Lake Champlain Science Group To Get Study Money
10/07/11 5:50PM By Ross Sneyd  Download MP3
(Host) A consortium of Vermont colleges headed by the University of Vermont has won a $20 million federal grant to study the Lake Champlain basin.
Researchers say one of the goals of the work is to help officials understand the implications of climate change - and to plan for it.
VPR's Ross Sneyd has more.
(Sneyd) UVM officials say they've never before been awarded so much money in a single grant like this. Interim President John Bramley announced the award from the National Science Foundation.
(Bramley) "This generous grant will allow the University of Vermont and its EPSCoR partners to use cutting edge science to ensure the future health of the Lake Champlain Basin."
(Sneyd) The money goes to EPSCoR - which is a research organization based at UVM and also includes Johnson State, Middlebury, St. Michael's and the Community College of Vermont.
EPSCoR has won previous grants that pulled together the reams of studies that have been done on Lake Champlain and its tributaries over the years.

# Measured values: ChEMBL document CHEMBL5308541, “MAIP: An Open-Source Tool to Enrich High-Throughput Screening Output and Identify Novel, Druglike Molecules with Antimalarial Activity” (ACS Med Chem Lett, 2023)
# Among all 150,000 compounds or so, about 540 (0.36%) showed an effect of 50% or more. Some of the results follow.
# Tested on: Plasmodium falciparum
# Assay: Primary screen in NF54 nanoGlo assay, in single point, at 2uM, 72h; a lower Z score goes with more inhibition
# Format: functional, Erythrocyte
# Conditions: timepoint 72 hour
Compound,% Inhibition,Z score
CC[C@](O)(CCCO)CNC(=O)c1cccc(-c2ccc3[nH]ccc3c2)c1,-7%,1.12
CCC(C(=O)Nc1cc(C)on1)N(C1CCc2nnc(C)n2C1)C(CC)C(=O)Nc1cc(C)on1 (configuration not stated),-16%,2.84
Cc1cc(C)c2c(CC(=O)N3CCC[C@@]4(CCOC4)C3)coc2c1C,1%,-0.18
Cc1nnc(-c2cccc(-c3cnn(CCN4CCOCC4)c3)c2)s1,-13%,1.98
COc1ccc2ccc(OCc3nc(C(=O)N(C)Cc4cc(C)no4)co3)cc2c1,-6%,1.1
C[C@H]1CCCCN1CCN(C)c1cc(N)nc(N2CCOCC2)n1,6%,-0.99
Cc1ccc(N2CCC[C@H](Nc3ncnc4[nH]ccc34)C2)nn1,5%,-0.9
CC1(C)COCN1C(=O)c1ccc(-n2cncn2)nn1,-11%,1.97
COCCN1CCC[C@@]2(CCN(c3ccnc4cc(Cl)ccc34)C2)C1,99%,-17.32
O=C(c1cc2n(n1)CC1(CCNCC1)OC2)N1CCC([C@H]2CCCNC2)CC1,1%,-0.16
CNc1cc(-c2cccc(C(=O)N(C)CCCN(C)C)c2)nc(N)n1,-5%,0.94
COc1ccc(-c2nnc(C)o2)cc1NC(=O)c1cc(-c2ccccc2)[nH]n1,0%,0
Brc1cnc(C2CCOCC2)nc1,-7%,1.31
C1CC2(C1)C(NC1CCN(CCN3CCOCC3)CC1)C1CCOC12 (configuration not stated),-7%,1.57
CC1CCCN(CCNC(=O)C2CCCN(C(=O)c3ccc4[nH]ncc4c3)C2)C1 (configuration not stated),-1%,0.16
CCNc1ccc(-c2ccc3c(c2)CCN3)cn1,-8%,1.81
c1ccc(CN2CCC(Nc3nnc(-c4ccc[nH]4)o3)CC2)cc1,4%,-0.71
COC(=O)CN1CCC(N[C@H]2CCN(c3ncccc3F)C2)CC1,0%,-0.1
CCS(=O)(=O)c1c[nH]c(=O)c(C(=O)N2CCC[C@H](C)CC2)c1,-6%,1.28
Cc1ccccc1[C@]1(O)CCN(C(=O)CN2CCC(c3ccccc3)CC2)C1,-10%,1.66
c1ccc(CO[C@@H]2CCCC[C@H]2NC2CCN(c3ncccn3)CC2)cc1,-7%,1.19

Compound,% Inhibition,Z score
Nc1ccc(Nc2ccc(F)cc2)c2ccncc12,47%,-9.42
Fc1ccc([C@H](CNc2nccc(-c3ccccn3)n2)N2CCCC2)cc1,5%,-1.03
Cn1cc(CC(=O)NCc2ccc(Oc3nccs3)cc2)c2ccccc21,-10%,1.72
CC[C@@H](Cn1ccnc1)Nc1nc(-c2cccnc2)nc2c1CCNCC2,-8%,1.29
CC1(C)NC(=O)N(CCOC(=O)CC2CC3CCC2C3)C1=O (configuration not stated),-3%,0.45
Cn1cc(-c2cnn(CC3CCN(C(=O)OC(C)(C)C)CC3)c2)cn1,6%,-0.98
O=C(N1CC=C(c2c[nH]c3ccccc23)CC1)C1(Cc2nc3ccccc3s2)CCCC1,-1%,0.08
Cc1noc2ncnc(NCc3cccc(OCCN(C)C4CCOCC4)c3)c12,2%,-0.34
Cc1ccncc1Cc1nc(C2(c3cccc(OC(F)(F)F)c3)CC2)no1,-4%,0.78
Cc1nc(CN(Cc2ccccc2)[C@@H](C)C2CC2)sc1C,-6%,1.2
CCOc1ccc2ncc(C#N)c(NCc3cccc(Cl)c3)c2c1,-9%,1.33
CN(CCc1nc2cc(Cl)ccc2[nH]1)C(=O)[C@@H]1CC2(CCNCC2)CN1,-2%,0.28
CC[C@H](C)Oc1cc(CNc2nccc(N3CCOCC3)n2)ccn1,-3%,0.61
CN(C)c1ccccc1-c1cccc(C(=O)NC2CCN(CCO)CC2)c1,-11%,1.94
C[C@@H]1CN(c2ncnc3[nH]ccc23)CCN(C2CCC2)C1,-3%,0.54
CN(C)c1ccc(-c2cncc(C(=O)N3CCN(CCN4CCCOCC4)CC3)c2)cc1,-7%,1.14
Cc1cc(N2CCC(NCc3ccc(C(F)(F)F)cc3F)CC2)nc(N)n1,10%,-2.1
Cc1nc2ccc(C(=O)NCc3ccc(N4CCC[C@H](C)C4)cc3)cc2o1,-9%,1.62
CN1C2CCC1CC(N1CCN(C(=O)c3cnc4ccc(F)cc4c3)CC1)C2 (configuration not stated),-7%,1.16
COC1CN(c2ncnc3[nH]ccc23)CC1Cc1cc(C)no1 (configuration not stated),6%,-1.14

UVM biology professor Judith Van Houten directs the research collaboration.
(VanHouten) "In the past what we did was to use the existing data sets ... to try to gather data on the watershed and the lake to understand its source of pollution and its problems."
(Sneyd) Van Houten says researchers will use the information they've compiled in the past and analyze it in ways that can help officials set policies that help to protect the lake.
For example, the state might alter some of its land-use regulations. Or a town official might ask the researchers to draw up a model to help them understand how a development might affect a stream that feeds the lake.
Van Houten says this kind of work isn't being done anywhere else in the country.
(VanHouten) "So what we're going to be is actually a little incubator, a little model system for what can be exported to the rest of the country and beyond."
(Sneyd) Scientists will test their theories against the real world by, among other things, placing sensors in streams and the lake to measure for chemicals, oxygen levels and other factors that determine the health of the entire basin.
Senator Patrick Leahy, who helped get the money for the project, says he was persuaded by the need because the climate is changing so swiftly. And he says the spring and fall floods that we've seen throughout the region prove the need.
(Leahy) "We've been humbled to learn that climate can and will have a dramatic effect on every aspect of our life in Vermont. Now we can do everything possible to reduce carbon emission. But we have to realize that climate change is upon us and unfortunately it's the sort that can accelerate."
(Sneyd) Leahy and the scientists say the new research can help Vermont better understand the effects of climate change - and adapt to those changes.
For VPR News, I'm Ross Sneyd